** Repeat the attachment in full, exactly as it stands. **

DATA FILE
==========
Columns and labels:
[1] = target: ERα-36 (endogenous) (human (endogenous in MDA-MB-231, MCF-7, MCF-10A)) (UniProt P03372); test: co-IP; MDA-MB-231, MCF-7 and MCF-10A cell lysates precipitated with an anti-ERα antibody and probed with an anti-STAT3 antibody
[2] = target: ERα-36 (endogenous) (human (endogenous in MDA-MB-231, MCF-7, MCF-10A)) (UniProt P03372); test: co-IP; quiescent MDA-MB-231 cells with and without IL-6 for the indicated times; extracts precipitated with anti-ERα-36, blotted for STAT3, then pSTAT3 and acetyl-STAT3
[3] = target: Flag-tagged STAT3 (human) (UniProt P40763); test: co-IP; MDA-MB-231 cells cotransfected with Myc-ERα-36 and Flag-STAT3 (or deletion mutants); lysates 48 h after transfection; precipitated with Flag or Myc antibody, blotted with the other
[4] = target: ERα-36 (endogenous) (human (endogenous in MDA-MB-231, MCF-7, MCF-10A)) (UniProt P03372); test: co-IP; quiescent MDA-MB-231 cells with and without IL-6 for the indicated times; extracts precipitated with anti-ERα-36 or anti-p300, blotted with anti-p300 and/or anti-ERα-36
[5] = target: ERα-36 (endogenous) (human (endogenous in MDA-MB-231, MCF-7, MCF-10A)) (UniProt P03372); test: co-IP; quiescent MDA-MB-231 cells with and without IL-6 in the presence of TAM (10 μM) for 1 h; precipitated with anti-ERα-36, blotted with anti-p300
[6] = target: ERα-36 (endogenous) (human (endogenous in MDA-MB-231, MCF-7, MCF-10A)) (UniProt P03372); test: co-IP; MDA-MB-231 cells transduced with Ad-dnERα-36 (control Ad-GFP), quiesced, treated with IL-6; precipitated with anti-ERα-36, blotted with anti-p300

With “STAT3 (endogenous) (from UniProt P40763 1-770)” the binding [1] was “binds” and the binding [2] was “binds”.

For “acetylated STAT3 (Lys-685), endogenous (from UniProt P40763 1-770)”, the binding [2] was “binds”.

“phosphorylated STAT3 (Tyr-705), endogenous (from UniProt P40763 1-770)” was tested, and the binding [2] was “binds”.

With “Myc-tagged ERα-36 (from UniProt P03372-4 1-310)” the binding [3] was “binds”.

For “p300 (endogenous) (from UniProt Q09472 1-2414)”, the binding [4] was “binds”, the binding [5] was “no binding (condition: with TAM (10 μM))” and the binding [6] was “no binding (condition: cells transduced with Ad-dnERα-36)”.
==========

Columns and labels:
[1] = target: ERα-36 (endogenous) (human (endogenous in MDA-MB-231, MCF-7, MCF-10A)) (UniProt P03372); test: co-IP; MDA-MB-231, MCF-7 and MCF-10A cell lysates precipitated with an anti-ERα antibody and probed with an anti-STAT3 antibody
[2] = target: ERα-36 (endogenous) (human (endogenous in MDA-MB-231, MCF-7, MCF-10A)) (UniProt P03372); test: co-IP; quiescent MDA-MB-231 cells with and without IL-6 for the indicated times; extracts precipitated with anti-ERα-36, blotted for STAT3, then pSTAT3 and acetyl-STAT3
[3] = target: Flag-tagged STAT3 (human) (UniProt P40763); test: co-IP; MDA-MB-231 cells cotransfected with Myc-ERα-36 and Flag-STAT3 (or deletion mutants); lysates 48 h after transfection; precipitated with Flag or Myc antibody, blotted with the other
[4] = target: ERα-36 (endogenous) (human (endogenous in MDA-MB-231, MCF-7, MCF-10A)) (UniProt P03372); test: co-IP; quiescent MDA-MB-231 cells with and without IL-6 for the indicated times; extracts precipitated with anti-ERα-36 or anti-p300, blotted with anti-p300 and/or anti-ERα-36
[5] = target: ERα-36 (endogenous) (human (endogenous in MDA-MB-231, MCF-7, MCF-10A)) (UniProt P03372); test: co-IP; quiescent MDA-MB-231 cells with and without IL-6 in the presence of TAM (10 μM) for 1 h; precipitated with anti-ERα-36, blotted with anti-p300
[6] = target: ERα-36 (endogenous) (human (endogenous in MDA-MB-231, MCF-7, MCF-10A)) (UniProt P03372); test: co-IP; MDA-MB-231 cells transduced with Ad-dnERα-36 (control Ad-GFP), quiesced, treated with IL-6; precipitated with anti-ERα-36, blotted with anti-p300

With “STAT3 (endogenous) (from UniProt P40763 1-770)” the binding [1] was “binds” and the binding [2] was “binds”.

For “acetylated STAT3 (Lys-685), endogenous (from UniProt P40763 1-770)”, the binding [2] was “binds”.

“phosphorylated STAT3 (Tyr-705), endogenous (from UniProt P40763 1-770)” was tested, and the binding [2] was “binds”.

With “Myc-tagged ERα-36 (from UniProt P03372-4 1-310)” the binding [3] was “binds”.

For “p300 (endogenous) (from UniProt Q09472 1-2414)”, the binding [4] was “binds”, the binding [5] was “no binding (condition: with TAM (10 μM))” and the binding [6] was “no binding (condition: cells transduced with Ad-dnERα-36)”.